The Fresh Loaf

News & Information for Amateur Bakers and Artisan Bread Enthusiasts

Looking for suggestions...

  • Pin It
UnConundrum's picture
UnConundrum

Looking for suggestions...

Every Christmas Eve, I bake about 50 loaves of bread and deliver to friends and family.  I've been doing this for about 25 years.  I have a bad back, and I cant seem to take the long day of mixing and baking anymore, so I've moved to naturally fermented breads over the last few years.  Generally that's been a help as I easily have my dough ready for shaping and baking in the morning, pushing half the work into the day before.  Now, I'd really like to push the shaping to the night before as well, dealing only with baking the day before Christmas.


 


I'm currently working on this year's recipe, and plan on going with an onion pumpernickel.  I have the flavor profile under control, and my first test run went pretty well.  The 2nd not as good as I believe the dough overproofed and was too slack as it went into the oven; didn't get the height I was looking for.  Crumb was fine, just not an appealing final shape.


 


For purposes of discussion, I'm using KA flours, about 23% pump, 23% dark rye, 54% all purpose. 70% hydration. Starter was about 5% of flour weight.  This last batch I even raised the salt a bit to about 2.5%. (you can find the full recipe HERE )


 


I'm looking for suggestions to help the loaves survive a long (maybe up to 12 hours until the final loave gets baked) final proof and still look shapely coming out of the oven.  I also had a problem with the dough sticking to a well floured couche after such a long proof.  I'd rather not reduce the hydration much as I liked the crumb, but realize that may have to be the final solution.  I'm thinking of moving the all purpose flour to high gluten, or even clear, to survive that long proof.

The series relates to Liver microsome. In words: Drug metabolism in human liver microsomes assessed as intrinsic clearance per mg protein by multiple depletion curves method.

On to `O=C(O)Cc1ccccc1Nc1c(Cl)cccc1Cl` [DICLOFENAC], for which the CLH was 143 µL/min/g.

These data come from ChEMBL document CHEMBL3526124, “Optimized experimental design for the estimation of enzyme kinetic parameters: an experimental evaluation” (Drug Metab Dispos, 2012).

While I'm no stranger to using a starter, there are obviously members here far better versed than I am.  I believe I might be able to add some strength by increasing the percentage of starter as well.  I'd really appreciate any/all suggestions.


 


--Warren

dghdctr's picture
dghdctr

I don't know if you have Jeffrey Hamelman's book (probably available at the library, and always available at Amazon.com), but he's one of the country's authorities on using rye and its variants (like pumpernickel).  Rye makes great bread, but long fermentation really challenges rye-based flours.  There's more sugar already present in rye, and more destructive amylase that converts starch into even more sugar.


Yeast cells -- whether wild or manufactured -- will metabolize rye more quickly than would be normal as compared to wheat.  So feeding rye to yeast cells and then trying to slow the dough is maybe comparable to letting kids load up on coca-cola and candy before putting them to bed.


I'm not telling you it can't be done -- who knows? -- but you'll have to experiment a few times before the big night to be sure that this works.  Reducing the final dough temperature, reducing the amount of leavening, and (as you guessed) reducing the hydration can help slow things a bit -- too bad you can't fit them all in the refrigerator.